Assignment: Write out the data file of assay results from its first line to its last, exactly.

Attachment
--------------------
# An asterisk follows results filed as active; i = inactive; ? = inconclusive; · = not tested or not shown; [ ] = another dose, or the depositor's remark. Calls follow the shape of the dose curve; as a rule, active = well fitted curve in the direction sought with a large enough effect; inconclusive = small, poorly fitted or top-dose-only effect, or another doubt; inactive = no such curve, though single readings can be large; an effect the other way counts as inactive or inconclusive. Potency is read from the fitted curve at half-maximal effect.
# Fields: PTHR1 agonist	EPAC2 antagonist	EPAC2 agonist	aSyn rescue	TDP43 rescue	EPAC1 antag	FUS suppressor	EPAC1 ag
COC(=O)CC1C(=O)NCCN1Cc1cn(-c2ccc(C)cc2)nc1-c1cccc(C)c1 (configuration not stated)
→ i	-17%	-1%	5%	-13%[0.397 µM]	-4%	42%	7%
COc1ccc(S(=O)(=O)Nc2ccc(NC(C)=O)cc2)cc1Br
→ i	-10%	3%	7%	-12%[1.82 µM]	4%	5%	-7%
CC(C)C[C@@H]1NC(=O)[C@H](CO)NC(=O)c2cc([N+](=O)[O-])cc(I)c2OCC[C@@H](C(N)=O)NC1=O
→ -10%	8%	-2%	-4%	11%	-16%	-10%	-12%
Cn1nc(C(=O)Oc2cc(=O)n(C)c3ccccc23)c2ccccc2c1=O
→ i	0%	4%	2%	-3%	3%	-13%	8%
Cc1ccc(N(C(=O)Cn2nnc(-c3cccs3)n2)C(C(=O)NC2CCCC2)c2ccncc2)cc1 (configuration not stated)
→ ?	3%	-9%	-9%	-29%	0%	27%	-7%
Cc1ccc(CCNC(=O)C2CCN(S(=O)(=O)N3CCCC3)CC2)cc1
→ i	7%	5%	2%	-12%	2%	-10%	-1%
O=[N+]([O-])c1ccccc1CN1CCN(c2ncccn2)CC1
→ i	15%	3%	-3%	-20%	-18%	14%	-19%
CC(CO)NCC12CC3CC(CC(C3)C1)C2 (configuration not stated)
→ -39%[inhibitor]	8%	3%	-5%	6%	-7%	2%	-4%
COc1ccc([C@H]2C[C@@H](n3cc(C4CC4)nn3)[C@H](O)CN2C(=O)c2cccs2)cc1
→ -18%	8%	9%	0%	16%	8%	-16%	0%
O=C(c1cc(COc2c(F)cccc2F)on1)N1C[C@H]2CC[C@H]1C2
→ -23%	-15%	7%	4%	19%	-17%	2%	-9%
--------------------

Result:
# An asterisk follows results filed as active; i = inactive; ? = inconclusive; · = not tested or not shown; [ ] = another dose, or the depositor's remark. Calls follow the shape of the dose curve; as a rule, active = well fitted curve in the direction sought with a large enough effect; inconclusive = small, poorly fitted or top-dose-only effect, or another doubt; inactive = no such curve, though single readings can be large; an effect the other way counts as inactive or inconclusive. Potency is read from the fitted curve at half-maximal effect.
# Fields: PTHR1 agonist	EPAC2 antagonist	EPAC2 agonist	aSyn rescue	TDP43 rescue	EPAC1 antag	FUS suppressor	EPAC1 ag
COC(=O)CC1C(=O)NCCN1Cc1cn(-c2ccc(C)cc2)nc1-c1cccc(C)c1 (configuration not stated)
→ i	-17%	-1%	5%	-13%[0.397 µM]	-4%	42%	7%
COc1ccc(S(=O)(=O)Nc2ccc(NC(C)=O)cc2)cc1Br
→ i	-10%	3%	7%	-12%[1.82 µM]	4%	5%	-7%
CC(C)C[C@@H]1NC(=O)[C@H](CO)NC(=O)c2cc([N+](=O)[O-])cc(I)c2OCC[C@@H](C(N)=O)NC1=O
→ -10%	8%	-2%	-4%	11%	-16%	-10%	-12%
Cn1nc(C(=O)Oc2cc(=O)n(C)c3ccccc23)c2ccccc2c1=O
→ i	0%	4%	2%	-3%	3%	-13%	8%
Cc1ccc(N(C(=O)Cn2nnc(-c3cccs3)n2)C(C(=O)NC2CCCC2)c2ccncc2)cc1 (configuration not stated)
→ ?	3%	-9%	-9%	-29%	0%	27%	-7%
Cc1ccc(CCNC(=O)C2CCN(S(=O)(=O)N3CCCC3)CC2)cc1
→ i	7%	5%	2%	-12%	2%	-10%	-1%
O=[N+]([O-])c1ccccc1CN1CCN(c2ncccn2)CC1
→ i	15%	3%	-3%	-20%	-18%	14%	-19%
CC(CO)NCC12CC3CC(CC(C3)C1)C2 (configuration not stated)
→ -39%[inhibitor]	8%	3%	-5%	6%	-7%	2%	-4%
COc1ccc([C@H]2C[C@@H](n3cc(C4CC4)nn3)[C@H](O)CN2C(=O)c2cccs2)cc1
→ -18%	8%	9%	0%	16%	8%	-16%	0%
O=C(c1cc(COc2c(F)cccc2F)on1)N1C[C@H]2CC[C@H]1C2
→ -23%	-15%	7%	4%	19%	-17%	2%	-9%